23 Sep Kids and Sexuality
How would you like your children to learn about life, love, and sexuality? Who would you like them to hear it from? A child in the school yard, a teen magazine, the internet, the classroom teacher, some TV program or from you? They all have something to say on the matter. Does it make a difference to you who it will be? Why? What’s the big deal? Who do you think should be the one?
The United Nations Declaration on Human Rights recognizes parents as the primary educators of their children. The family is the most fundamental unit of society. It offers an intimate, personal and continuous “society in miniature” where children can learn to live and love in a relationship. Here values are transmitted through daily living. Parents know their children best – their temperament, character, personality, their life experiences, the level of sensitivity, the degree of understanding etc. Parents are by far in the best position to speak naturally to their children about these important matters. They teach not just by their words, but primarily by their example and the habits they foster in their children.
On the other hand, the classroom presents a different kettle of fish. Each teacher instructs the curriculum requirements on this subject with varying degrees of comfort and depth. There is usually a mixture of boys and girls. There’s a lot of giggling. Students possess different degrees of knowledge, exposure, and experience. Many feel uncomfortable hearing the material in a group setting. Some have quite the avant-garde questions to raise. Your young child is in the midst of it. Undoubtedly, it is not the best setting for your child to hear about these topics for the very first time. What can you do about it?
Find out what is taught in each grade at school and at what point and in what manner it will be presented. Ask to borrow that grade’s textbook on sexuality at the beginning of the year to get a sense of what is covered. Many programs offer a parent’s manual. You are the primary educator and realize you have a right to pull your son/daughter out of classes dealing specifically with sex. Learn more on this. Do so always with charity, with a great desire to fulfill your role as a primary educator rather than condemning the program. Regardless of your choice of action, be the first person to broach the subject with your son/daughter before they hear it elsewhere. It shows how much you value them and love them.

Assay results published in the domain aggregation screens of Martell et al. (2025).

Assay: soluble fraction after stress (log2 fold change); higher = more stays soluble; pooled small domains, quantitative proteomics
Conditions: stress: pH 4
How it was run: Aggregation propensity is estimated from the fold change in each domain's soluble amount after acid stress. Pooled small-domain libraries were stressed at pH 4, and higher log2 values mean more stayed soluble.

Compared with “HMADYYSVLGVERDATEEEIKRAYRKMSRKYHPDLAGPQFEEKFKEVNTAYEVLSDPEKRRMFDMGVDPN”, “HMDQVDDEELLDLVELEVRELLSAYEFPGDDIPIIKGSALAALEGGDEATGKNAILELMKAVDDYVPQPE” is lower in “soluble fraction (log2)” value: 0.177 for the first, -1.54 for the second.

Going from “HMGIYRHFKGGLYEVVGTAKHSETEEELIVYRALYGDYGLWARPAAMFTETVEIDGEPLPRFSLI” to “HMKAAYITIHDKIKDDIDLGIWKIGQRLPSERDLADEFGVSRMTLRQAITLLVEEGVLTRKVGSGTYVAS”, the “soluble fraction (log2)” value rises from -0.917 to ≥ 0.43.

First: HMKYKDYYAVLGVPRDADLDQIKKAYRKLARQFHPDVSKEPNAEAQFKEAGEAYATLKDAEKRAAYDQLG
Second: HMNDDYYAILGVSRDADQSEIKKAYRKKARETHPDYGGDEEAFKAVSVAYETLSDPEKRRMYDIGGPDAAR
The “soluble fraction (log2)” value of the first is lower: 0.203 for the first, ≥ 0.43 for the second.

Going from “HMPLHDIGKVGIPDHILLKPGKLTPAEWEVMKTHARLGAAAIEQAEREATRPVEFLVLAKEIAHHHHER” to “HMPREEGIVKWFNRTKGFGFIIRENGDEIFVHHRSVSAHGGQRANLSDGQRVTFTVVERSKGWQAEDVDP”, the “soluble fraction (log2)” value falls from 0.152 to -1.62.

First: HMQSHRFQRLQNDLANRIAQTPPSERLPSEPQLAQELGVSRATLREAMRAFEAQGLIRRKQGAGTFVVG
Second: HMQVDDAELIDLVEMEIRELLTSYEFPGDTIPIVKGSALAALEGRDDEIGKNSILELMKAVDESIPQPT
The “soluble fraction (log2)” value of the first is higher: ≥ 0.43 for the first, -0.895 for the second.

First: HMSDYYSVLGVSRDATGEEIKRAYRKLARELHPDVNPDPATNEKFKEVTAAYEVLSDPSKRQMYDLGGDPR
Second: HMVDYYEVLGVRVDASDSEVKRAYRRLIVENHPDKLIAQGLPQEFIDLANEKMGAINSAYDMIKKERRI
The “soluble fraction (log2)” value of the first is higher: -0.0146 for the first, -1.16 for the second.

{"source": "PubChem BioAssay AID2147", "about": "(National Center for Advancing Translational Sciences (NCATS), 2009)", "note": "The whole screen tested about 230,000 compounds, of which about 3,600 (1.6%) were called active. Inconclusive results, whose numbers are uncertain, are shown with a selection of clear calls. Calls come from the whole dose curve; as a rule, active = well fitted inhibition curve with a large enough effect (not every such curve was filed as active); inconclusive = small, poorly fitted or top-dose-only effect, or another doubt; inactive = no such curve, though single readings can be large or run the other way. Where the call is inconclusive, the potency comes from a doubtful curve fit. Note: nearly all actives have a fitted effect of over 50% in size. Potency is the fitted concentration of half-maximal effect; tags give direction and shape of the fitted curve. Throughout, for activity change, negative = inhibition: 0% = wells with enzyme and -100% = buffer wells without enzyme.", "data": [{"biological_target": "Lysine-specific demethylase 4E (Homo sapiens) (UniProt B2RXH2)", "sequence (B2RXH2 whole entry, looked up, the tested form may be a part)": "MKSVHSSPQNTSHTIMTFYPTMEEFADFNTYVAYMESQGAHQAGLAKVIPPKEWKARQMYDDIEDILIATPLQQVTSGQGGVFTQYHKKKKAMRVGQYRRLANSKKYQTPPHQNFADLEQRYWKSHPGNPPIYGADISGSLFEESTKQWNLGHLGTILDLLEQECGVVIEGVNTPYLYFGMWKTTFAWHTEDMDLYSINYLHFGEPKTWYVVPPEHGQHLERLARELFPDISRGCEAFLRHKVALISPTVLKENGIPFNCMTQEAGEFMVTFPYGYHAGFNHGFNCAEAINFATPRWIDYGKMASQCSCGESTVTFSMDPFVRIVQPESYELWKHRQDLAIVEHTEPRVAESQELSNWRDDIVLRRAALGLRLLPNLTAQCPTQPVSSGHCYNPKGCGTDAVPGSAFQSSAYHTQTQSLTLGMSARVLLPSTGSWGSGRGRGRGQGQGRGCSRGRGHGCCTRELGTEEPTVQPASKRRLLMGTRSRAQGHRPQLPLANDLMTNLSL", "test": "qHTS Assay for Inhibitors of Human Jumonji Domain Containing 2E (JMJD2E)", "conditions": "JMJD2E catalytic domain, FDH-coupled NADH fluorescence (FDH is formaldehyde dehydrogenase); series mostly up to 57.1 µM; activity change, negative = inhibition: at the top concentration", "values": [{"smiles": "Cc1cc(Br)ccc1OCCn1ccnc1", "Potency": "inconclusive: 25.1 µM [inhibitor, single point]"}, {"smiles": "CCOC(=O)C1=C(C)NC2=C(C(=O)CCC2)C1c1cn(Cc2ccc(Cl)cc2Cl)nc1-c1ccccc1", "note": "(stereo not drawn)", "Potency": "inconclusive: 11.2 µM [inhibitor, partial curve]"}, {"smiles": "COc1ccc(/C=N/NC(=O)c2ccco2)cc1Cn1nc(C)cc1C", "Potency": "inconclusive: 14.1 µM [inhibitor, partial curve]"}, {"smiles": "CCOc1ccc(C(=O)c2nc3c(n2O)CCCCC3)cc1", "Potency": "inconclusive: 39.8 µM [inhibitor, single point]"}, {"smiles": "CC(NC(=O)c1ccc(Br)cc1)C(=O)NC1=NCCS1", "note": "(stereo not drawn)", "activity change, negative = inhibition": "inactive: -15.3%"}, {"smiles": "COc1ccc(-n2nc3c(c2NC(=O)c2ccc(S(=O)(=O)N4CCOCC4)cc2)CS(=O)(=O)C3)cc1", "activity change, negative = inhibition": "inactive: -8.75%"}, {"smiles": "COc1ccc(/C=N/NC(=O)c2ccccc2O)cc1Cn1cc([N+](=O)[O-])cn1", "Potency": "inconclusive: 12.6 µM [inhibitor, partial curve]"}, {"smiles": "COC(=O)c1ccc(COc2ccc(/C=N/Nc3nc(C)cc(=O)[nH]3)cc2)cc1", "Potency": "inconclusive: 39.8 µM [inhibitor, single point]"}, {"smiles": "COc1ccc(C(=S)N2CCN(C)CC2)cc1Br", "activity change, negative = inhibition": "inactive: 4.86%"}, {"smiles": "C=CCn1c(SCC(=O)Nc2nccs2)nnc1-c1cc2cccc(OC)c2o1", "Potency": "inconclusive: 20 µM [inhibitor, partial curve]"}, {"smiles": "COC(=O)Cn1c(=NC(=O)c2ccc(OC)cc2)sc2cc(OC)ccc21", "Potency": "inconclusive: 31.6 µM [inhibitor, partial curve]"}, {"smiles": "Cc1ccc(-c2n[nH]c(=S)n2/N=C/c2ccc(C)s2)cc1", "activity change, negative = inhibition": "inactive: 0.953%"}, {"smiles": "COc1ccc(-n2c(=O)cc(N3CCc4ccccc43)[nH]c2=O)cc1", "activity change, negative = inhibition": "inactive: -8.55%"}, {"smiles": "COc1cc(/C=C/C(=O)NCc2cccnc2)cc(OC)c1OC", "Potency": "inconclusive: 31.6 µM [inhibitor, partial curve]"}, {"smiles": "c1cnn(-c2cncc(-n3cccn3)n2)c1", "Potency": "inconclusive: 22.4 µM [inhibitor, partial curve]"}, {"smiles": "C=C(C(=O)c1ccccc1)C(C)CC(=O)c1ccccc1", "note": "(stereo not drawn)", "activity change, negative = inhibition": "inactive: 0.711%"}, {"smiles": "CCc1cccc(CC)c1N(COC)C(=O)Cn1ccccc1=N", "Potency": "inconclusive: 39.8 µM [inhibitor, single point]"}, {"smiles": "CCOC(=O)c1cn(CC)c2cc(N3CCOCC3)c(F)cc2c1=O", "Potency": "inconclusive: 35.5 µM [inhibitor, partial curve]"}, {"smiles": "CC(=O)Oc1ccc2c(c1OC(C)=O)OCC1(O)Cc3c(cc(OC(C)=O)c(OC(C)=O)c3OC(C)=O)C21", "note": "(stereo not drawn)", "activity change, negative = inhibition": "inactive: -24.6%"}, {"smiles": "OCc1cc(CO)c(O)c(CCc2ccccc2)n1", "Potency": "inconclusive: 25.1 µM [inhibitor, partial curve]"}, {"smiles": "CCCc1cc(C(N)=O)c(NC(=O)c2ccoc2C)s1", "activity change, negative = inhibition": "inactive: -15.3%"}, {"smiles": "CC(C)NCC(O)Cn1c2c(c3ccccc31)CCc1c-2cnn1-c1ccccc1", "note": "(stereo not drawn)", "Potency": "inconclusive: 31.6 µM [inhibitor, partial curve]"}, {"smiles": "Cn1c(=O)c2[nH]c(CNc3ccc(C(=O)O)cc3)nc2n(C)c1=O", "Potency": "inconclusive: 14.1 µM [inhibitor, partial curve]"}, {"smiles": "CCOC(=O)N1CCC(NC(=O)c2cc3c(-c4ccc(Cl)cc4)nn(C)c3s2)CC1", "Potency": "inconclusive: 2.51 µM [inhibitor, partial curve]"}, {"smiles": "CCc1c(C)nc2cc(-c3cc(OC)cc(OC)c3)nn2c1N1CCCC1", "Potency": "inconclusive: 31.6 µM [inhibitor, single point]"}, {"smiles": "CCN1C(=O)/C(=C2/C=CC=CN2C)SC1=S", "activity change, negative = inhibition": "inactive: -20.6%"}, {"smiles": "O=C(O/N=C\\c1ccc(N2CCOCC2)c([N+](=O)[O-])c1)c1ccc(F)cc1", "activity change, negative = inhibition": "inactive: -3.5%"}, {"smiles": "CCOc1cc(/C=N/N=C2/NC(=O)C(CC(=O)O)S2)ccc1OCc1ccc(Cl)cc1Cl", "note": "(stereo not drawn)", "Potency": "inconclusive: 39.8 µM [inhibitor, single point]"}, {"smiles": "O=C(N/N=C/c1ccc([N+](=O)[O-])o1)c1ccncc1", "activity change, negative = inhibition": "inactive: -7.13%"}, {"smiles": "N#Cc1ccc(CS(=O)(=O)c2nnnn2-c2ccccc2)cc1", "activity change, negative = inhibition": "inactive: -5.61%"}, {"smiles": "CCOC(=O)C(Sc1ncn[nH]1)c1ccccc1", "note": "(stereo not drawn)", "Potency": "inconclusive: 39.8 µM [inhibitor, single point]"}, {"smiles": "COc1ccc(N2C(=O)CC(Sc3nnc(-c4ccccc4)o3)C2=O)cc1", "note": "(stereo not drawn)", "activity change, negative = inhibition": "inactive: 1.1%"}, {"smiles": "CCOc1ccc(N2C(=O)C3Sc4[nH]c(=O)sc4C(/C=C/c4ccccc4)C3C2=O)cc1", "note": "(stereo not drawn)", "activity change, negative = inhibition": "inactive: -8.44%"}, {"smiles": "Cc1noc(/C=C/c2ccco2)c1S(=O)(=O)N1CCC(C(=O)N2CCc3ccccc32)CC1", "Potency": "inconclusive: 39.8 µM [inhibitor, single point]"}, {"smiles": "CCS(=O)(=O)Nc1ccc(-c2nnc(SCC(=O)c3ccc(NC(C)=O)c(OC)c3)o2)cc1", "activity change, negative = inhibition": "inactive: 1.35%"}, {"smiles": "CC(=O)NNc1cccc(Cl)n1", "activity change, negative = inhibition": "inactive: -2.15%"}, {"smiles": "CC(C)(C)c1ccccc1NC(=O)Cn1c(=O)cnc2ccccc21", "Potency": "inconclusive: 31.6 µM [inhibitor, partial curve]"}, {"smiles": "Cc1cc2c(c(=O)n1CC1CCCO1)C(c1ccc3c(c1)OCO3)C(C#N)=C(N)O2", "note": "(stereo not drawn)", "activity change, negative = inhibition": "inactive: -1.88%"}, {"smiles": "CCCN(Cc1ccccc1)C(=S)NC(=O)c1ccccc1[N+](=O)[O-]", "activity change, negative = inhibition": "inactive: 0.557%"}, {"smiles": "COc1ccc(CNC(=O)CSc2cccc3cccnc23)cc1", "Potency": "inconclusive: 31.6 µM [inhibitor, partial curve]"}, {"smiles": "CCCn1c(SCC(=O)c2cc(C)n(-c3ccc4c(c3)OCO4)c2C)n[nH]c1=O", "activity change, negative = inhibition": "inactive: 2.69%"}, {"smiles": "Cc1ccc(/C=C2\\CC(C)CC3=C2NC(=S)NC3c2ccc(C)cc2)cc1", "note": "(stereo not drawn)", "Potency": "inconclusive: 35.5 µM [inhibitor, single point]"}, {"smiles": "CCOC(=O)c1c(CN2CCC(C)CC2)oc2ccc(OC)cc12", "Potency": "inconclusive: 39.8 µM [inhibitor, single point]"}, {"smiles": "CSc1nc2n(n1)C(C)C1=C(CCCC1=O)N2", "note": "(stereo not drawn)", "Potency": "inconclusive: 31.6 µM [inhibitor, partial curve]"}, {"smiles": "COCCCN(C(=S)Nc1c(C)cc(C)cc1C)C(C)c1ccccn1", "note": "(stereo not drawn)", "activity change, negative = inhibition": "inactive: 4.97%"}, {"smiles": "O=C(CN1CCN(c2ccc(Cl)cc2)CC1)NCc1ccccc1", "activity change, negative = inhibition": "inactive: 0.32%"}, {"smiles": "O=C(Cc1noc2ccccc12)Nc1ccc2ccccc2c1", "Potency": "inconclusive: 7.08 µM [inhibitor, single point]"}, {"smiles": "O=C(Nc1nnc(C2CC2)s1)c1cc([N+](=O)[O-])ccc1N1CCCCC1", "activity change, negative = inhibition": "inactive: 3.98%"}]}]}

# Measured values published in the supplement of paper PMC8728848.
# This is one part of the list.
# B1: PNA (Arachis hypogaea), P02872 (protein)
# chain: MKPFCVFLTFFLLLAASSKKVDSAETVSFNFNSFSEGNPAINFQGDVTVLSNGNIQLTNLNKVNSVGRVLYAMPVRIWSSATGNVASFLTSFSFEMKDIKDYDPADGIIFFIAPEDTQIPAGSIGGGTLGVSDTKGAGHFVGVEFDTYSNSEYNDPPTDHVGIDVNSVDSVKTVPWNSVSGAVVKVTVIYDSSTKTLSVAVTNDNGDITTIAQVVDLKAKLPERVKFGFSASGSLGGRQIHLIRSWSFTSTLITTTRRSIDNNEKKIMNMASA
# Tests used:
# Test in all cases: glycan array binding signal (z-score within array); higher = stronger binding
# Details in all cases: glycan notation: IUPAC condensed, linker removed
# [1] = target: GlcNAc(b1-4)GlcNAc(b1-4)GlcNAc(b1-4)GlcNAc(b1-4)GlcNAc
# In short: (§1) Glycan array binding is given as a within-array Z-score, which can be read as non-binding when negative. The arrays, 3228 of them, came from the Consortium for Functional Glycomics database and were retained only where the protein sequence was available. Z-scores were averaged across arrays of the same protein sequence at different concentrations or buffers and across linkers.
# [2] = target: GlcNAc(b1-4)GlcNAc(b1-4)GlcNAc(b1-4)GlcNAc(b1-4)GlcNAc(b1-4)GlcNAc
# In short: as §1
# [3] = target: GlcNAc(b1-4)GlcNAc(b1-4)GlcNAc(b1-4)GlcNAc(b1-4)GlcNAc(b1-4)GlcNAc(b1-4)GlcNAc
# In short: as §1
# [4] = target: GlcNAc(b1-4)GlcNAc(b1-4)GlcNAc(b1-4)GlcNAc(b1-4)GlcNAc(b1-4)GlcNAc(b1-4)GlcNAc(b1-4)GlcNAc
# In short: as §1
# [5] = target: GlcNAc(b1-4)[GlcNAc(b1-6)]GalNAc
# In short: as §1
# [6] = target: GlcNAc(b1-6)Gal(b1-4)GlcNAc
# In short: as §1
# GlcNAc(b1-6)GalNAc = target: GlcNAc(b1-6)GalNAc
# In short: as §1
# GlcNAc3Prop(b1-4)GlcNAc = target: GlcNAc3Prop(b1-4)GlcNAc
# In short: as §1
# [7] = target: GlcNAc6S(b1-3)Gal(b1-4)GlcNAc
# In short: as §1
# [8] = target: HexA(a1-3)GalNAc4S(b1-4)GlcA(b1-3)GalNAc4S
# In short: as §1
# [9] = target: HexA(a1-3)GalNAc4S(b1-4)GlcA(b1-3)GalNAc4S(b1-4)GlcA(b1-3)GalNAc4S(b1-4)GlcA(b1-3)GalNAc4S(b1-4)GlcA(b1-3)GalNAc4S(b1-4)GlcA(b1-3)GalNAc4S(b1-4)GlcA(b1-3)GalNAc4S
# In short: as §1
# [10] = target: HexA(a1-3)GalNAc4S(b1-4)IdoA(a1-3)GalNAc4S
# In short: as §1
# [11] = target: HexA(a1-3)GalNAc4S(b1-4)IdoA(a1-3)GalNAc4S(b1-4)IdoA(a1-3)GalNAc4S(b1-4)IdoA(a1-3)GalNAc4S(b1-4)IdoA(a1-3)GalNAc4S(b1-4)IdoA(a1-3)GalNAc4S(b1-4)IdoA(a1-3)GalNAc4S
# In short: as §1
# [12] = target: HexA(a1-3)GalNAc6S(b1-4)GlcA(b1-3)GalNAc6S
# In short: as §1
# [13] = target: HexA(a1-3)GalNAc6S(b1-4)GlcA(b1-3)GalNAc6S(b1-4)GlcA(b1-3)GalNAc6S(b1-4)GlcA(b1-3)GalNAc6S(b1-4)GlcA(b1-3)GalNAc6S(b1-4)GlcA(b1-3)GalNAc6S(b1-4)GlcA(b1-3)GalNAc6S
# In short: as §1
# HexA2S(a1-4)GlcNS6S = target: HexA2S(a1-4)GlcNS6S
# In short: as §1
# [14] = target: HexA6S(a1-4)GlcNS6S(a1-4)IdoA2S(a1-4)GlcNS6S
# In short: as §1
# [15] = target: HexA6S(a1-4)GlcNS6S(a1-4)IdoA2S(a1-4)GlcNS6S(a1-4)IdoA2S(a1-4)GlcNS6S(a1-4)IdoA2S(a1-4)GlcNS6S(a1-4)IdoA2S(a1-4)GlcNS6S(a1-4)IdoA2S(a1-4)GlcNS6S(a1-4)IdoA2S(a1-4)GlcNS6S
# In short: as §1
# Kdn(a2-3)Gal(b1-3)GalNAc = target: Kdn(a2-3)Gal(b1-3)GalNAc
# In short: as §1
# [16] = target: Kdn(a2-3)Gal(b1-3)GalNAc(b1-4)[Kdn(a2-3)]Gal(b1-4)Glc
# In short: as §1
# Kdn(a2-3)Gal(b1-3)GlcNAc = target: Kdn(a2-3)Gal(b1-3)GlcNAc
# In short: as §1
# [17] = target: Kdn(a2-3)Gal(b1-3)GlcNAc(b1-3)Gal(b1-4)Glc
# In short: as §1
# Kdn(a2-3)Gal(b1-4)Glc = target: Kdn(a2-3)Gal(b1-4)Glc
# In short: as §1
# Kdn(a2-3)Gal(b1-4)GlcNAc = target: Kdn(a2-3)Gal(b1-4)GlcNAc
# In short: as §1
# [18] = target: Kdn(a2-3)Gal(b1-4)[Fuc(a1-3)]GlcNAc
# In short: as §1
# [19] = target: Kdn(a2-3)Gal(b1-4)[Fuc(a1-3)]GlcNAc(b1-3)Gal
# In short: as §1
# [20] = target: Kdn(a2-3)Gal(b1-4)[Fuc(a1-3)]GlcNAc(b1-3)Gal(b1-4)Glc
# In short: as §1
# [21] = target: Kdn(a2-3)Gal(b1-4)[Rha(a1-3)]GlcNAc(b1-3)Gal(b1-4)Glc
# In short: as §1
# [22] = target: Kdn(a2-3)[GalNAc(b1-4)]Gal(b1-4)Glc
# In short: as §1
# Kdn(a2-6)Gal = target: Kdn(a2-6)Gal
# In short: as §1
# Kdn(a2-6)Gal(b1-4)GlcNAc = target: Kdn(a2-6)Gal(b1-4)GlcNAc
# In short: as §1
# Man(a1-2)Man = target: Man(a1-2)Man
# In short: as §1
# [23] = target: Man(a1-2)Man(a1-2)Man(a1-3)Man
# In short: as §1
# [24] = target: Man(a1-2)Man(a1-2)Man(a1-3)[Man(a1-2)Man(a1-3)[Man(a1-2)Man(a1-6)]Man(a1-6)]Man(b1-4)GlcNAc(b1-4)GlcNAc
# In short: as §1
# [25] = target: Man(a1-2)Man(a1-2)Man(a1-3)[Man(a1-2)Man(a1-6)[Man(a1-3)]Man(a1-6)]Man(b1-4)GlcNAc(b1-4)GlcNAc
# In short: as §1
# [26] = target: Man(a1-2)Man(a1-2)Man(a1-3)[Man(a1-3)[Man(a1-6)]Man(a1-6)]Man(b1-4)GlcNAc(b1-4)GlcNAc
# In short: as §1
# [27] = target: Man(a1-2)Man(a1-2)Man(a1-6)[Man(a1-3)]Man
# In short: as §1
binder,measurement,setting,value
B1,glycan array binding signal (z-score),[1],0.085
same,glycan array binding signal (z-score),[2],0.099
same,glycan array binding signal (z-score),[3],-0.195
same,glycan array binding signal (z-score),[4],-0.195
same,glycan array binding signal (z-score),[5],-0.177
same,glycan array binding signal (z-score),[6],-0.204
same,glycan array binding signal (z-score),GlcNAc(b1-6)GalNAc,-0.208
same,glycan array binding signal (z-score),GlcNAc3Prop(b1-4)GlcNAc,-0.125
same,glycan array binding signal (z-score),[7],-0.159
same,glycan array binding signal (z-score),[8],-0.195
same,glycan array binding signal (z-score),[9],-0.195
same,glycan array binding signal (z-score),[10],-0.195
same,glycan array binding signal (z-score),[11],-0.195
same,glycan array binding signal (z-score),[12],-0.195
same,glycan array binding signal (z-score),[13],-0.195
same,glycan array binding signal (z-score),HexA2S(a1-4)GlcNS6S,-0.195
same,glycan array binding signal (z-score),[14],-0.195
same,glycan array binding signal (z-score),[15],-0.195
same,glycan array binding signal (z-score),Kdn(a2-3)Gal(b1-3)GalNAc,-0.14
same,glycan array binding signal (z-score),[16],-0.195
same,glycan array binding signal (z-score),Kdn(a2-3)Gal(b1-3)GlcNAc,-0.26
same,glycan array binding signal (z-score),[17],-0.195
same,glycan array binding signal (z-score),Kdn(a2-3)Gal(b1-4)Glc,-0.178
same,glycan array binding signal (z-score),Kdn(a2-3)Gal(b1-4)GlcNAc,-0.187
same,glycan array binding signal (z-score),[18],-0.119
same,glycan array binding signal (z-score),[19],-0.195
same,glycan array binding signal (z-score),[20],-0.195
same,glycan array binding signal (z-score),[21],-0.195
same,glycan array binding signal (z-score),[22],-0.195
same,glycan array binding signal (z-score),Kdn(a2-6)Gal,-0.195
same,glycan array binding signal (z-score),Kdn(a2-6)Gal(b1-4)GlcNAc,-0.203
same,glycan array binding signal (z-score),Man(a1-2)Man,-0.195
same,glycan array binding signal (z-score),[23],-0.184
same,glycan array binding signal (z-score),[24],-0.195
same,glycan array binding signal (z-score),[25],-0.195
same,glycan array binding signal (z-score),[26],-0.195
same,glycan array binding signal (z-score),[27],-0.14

Wise parents make themselves the compass point for their children. Parents should encourage on-going dialogue with their child about authentic love and sexual integrity from an early age. Unfold the beautiful wonder and sacredness of sex to their child. How easily parents can adapt to their child’s level of curiosity, sensitivity, and understanding. They are not just transmitting knowledge, but a vision of life, love, and real happiness. A successful approach forms the head and the heart to will what is most beneficial for the lover and the beloved. Good choices lead to future romance without regrets. To achieve this, parents need to speak attractively, reasonably and truthfully on the topic in a truly beautiful fashion. Kids want to find love in life, but can be easily seduced by pleasure and passion. Show them how to find genuine love in all its splendor. Regardless, be the reference point for your children. Lead them to authentic love. Their future happiness may depend on it.
There is much that can be said on the topic. Most parents are shy, quite uncomfortable, or do not know what to say or where to begin. There are lots of good resources out there to help you. Some are listed below. Take advantage to create a good library of materials in your home to help you along the way. Realize you are constantly teaching in bits, bites, nibbles and steak-size pieces all through your parenting years. You have an awesome privilege before you!
Various individuals have submitted their “off the top of their head” suggestions on raising kids with sexual integrity. Here is their Input
As well here are some more ideas based on my reading, practical experience, and advice I received from veteran parents during my years as a parent.